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Compost Woes - The Titfield Thunderbolt
Heisenberg might have stayed here
Compost Woes
Well, the last of the annuals and herbs have been planted out today, before I go away on holiday. The reason it's taken so long is that, despite a fairly benign spring, the plants have generally been miniatures. I'm not sure what's gone wrong; I suspect the compost (Westland Earth Matters). It's worked fairly well as a seed compost, and I haven't had problems with damping off, but nothing has become root-bound in trays or pots, and it seems to me that it really hasn't had much in the way of nutients in it. (A quick search of Teh Interweb suggests that peat-free composts, which we're all encouraged to use, are still pretty inconsistent in their quality - certainly I've had good and bad experiences with them, though I think this year has been the worst. The trouble is that the garden centre keeps changing its stocks too, so even going back for one that was good isn't easy).

In other gardening news, I can't tell the difference between 'standard' and 'Thai' Basil this year, so either I sowed Thai Basil twice, or I've got a rather different variety than normal Basil. On the more obscure front, I'm trying out Savory and Costmary this year, as I've noticed both, particularly in my Roman cookery books I think, but it's not looking especially good for them at the moment. At least those plants look health, though tiny.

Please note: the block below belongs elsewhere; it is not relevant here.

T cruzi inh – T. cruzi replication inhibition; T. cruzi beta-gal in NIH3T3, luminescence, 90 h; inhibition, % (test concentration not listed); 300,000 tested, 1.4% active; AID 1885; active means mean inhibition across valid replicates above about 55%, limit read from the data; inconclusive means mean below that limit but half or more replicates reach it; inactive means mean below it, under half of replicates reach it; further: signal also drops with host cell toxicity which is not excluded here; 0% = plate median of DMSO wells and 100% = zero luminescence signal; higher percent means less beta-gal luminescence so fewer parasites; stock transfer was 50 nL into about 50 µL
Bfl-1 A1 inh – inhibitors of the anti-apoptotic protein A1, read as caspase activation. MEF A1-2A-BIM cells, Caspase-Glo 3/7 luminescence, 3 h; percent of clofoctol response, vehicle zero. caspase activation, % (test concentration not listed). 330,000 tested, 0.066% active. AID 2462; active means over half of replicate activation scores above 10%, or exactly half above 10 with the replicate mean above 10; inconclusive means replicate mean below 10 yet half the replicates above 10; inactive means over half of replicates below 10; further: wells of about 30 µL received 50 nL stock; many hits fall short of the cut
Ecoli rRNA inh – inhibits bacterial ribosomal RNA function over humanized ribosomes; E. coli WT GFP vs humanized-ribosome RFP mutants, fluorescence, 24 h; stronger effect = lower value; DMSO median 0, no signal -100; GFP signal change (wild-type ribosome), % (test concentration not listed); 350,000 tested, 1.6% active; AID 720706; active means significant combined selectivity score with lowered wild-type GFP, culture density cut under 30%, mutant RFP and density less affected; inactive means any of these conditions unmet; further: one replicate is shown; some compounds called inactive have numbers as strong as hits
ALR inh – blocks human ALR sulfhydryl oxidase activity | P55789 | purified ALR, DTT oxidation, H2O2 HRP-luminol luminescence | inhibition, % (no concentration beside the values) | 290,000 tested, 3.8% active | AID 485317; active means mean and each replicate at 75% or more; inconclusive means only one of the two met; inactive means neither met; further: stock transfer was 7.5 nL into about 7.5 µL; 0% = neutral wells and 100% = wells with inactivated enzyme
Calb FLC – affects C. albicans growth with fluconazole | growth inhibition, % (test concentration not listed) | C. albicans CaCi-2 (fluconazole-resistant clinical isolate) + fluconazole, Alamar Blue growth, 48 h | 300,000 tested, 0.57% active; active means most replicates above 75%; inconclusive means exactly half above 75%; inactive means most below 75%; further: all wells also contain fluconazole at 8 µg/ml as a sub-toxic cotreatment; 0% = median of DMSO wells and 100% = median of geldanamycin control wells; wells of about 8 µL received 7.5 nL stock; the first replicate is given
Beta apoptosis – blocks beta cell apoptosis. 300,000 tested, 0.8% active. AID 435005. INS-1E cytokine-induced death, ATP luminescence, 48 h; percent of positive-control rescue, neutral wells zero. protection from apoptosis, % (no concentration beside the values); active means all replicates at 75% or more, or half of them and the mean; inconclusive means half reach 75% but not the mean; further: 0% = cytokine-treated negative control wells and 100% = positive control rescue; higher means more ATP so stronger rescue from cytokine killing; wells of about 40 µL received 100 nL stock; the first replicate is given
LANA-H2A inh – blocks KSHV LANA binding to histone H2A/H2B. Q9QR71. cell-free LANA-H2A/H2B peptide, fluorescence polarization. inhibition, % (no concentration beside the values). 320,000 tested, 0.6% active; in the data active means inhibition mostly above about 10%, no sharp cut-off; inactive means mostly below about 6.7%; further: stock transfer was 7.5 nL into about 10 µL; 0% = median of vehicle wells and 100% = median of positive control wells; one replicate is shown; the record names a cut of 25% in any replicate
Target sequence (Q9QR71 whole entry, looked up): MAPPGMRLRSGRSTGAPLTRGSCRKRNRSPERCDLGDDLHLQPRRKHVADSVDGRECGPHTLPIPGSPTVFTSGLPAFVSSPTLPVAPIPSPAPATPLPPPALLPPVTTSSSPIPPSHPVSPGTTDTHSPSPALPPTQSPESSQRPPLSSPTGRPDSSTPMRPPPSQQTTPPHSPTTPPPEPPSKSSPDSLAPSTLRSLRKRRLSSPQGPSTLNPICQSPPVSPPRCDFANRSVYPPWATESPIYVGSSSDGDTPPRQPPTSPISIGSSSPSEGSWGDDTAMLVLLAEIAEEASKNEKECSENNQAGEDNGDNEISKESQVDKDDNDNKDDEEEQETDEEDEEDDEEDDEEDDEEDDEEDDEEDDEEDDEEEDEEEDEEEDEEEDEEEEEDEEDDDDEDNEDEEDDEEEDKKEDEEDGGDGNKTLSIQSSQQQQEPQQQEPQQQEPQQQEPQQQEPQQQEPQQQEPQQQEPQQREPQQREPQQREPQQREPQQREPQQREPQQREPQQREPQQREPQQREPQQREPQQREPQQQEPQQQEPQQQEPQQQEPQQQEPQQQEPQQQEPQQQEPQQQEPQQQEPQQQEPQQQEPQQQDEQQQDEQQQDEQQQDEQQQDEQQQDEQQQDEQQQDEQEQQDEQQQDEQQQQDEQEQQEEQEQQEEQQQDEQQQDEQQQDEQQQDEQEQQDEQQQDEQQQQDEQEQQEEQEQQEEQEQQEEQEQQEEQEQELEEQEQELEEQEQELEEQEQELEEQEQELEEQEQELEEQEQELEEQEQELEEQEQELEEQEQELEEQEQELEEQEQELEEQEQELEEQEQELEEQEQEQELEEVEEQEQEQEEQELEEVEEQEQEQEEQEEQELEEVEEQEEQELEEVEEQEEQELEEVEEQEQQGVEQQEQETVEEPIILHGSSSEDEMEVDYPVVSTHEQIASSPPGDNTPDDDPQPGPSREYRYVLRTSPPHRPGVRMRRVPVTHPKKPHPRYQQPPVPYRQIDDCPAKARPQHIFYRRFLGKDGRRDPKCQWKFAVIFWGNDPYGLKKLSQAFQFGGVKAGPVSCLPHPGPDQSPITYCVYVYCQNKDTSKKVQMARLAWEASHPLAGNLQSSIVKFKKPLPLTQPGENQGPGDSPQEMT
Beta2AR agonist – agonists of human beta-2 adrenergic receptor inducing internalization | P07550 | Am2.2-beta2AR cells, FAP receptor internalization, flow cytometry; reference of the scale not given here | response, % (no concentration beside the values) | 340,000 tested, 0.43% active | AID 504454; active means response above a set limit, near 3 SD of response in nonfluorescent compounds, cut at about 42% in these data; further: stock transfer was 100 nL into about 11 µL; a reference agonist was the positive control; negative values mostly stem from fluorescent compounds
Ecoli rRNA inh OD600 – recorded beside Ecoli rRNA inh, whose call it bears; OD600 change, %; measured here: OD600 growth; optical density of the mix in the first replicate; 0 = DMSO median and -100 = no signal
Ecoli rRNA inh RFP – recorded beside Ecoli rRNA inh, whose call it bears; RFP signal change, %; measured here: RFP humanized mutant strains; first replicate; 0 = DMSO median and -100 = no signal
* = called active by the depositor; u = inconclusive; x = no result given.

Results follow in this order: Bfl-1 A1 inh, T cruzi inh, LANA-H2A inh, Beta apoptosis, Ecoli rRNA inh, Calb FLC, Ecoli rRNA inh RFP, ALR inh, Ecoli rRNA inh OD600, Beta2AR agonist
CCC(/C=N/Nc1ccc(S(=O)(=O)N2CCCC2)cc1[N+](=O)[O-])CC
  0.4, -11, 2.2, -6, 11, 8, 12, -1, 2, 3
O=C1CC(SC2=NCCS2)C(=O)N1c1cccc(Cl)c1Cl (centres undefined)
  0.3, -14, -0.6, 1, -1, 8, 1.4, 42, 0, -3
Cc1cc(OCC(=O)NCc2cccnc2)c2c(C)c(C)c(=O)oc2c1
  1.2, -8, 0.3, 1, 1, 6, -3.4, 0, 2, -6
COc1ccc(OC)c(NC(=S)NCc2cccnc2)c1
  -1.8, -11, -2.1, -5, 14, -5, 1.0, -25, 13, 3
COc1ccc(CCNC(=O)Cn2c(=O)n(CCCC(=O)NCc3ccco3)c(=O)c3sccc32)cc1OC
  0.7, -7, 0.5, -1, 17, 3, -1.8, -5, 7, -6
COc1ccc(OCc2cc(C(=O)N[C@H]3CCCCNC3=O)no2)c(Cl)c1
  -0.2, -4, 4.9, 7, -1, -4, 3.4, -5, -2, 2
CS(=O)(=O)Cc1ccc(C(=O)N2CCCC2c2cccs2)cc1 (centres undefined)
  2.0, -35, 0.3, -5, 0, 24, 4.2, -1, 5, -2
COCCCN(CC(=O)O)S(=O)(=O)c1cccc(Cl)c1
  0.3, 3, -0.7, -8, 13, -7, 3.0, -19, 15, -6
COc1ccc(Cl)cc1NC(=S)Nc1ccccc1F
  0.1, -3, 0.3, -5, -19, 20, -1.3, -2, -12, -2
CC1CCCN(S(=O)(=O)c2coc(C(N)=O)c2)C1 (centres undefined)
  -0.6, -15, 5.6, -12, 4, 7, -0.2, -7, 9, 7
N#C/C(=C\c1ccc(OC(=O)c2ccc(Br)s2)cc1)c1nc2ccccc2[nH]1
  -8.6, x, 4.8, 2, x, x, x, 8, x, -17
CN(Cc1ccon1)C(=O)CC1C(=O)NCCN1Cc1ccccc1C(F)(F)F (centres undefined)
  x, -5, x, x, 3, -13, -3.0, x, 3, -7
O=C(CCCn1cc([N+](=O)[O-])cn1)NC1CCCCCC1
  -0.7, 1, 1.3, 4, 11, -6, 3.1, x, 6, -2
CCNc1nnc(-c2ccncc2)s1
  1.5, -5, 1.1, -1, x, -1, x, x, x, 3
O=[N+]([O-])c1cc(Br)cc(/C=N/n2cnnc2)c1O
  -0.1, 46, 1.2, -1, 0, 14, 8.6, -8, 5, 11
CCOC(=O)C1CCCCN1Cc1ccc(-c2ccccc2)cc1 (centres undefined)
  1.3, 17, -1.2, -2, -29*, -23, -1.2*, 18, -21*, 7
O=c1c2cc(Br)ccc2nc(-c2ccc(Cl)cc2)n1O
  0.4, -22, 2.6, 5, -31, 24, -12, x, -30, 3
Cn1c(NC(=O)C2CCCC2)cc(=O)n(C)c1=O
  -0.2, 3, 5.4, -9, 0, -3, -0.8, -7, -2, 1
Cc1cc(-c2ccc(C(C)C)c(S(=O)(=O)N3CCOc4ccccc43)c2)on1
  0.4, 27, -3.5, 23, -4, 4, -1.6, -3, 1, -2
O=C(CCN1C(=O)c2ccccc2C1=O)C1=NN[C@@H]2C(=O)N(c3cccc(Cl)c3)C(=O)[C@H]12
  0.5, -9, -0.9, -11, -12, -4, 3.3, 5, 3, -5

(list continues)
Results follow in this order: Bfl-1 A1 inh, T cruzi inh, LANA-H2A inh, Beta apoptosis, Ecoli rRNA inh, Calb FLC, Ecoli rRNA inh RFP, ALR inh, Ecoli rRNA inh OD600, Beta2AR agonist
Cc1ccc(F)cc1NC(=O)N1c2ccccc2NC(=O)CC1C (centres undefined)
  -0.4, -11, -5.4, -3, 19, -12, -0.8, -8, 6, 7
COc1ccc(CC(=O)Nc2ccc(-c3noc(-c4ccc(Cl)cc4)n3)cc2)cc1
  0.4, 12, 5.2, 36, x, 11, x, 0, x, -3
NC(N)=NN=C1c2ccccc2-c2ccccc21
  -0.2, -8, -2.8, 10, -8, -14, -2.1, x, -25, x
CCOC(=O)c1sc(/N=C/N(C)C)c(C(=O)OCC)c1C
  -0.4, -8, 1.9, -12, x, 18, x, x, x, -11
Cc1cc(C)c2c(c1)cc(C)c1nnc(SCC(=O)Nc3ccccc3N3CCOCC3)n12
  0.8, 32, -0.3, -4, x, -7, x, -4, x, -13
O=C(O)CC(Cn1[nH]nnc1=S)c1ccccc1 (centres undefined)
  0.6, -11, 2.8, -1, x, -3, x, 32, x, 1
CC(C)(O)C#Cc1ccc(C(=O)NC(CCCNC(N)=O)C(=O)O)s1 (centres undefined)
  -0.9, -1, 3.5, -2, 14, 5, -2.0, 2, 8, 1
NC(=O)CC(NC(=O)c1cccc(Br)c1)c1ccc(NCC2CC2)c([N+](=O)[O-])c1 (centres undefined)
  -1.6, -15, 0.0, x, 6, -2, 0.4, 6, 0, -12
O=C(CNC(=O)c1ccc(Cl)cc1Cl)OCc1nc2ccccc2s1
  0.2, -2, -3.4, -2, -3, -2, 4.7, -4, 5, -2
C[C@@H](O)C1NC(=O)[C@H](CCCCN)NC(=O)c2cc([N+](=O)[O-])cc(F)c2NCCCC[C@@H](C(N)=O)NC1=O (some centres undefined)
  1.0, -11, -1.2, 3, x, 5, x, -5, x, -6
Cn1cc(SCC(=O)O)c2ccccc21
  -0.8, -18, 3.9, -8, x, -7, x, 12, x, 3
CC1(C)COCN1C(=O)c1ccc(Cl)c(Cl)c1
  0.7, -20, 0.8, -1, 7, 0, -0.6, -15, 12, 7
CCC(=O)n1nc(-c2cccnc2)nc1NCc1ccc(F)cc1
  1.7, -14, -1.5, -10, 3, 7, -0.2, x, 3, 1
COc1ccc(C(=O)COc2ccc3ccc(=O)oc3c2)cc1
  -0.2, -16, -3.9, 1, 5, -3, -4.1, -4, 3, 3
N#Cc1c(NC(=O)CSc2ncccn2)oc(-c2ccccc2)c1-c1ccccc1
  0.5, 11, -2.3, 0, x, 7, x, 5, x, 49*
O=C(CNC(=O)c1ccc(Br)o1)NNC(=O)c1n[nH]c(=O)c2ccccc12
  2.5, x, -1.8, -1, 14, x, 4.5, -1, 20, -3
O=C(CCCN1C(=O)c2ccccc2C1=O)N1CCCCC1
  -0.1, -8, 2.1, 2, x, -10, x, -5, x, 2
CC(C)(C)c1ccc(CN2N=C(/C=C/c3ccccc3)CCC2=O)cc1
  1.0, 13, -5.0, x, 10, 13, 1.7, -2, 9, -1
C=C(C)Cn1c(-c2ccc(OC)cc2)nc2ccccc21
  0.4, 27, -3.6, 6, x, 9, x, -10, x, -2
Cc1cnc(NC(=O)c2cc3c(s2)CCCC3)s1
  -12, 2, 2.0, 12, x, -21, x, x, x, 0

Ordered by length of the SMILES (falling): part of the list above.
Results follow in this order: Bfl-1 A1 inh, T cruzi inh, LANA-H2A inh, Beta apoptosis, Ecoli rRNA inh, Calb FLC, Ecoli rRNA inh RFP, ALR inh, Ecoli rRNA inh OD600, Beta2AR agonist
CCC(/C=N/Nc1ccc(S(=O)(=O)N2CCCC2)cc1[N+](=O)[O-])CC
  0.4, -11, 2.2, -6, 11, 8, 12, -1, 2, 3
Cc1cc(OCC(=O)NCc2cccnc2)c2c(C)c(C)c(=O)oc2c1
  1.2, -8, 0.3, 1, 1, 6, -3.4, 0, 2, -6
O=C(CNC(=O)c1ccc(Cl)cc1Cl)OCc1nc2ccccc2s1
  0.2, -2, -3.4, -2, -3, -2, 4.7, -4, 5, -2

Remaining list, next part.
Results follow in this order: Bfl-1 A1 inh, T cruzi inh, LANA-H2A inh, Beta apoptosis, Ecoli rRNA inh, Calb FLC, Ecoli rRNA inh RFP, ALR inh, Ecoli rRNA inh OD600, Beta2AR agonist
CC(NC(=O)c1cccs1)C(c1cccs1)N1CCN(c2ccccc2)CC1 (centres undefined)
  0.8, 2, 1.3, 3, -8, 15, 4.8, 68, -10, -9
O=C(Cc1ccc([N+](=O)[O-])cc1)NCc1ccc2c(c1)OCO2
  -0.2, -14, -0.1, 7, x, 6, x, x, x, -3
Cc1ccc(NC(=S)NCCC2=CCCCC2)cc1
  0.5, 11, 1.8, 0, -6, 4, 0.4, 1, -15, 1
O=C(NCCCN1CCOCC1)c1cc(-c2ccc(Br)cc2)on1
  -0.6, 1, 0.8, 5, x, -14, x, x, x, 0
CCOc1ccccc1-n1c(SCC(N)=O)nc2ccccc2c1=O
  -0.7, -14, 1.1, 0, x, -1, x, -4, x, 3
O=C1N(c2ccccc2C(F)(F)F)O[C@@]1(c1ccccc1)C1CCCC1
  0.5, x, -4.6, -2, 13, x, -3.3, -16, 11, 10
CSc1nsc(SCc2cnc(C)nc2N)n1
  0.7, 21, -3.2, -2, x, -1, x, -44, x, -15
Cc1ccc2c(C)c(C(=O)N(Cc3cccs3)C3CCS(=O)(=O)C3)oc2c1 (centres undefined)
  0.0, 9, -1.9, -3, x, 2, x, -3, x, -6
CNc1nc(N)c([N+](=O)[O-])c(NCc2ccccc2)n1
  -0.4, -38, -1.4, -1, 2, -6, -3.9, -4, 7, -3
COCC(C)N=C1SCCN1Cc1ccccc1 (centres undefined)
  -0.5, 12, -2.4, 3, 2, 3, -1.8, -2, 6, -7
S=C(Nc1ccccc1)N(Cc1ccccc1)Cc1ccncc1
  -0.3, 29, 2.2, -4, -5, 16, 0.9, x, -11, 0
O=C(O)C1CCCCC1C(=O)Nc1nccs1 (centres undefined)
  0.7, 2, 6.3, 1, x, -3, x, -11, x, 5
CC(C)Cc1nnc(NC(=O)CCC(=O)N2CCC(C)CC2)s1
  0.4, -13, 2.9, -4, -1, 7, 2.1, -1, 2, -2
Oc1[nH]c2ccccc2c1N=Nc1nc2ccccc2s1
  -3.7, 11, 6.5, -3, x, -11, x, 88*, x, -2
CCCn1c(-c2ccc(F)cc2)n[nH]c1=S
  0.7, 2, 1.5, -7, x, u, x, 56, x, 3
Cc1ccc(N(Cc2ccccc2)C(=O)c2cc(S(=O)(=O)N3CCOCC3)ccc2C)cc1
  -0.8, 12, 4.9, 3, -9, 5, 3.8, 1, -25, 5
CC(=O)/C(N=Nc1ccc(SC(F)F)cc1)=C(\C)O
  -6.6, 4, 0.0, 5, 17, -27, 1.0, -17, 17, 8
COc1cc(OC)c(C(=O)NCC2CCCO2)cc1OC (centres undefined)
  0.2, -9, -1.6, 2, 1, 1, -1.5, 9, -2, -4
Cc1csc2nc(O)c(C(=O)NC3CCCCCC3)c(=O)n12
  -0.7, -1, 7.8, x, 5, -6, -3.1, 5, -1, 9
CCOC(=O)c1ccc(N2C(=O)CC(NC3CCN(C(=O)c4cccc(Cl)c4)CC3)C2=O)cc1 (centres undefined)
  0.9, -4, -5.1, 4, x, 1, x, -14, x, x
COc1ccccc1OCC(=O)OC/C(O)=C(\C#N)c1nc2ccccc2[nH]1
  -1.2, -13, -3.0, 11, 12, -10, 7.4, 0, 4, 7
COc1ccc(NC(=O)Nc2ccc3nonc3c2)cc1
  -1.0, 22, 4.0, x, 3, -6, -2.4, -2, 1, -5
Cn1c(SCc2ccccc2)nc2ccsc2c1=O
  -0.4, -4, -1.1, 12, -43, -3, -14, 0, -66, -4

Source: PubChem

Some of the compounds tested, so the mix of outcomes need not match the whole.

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thegreenman From: thegreenman Date: June 28th, 2009 01:32 pm (UTC) (Link)
We've had problems with peat free composts as well. What little nutrients that are supplied soon leach out with the watering. We find we have to start feeding with a general purpose fertilser quite quickly to get decent results.

Recently we have started making our own potting compost with topsoil, leaf mould, sand and peat free. Gives a bit more oomph while still draining and aerating properly.
qatsi From: qatsi Date: June 28th, 2009 02:10 pm (UTC) (Link)
Yes, I think I wasn't expecting to have to feed until the seedlings were more-or-less pot-bound, and they've never got that far.

Leaf mould is great but you need a 3-ish-year head start.

Out of interest, what sort of sand?
thegreenman From: thegreenman Date: June 28th, 2009 03:22 pm (UTC) (Link)
Garden centre/nursery type Sharp sand, horticultural, lime free I believe.
3 comments or Leave a comment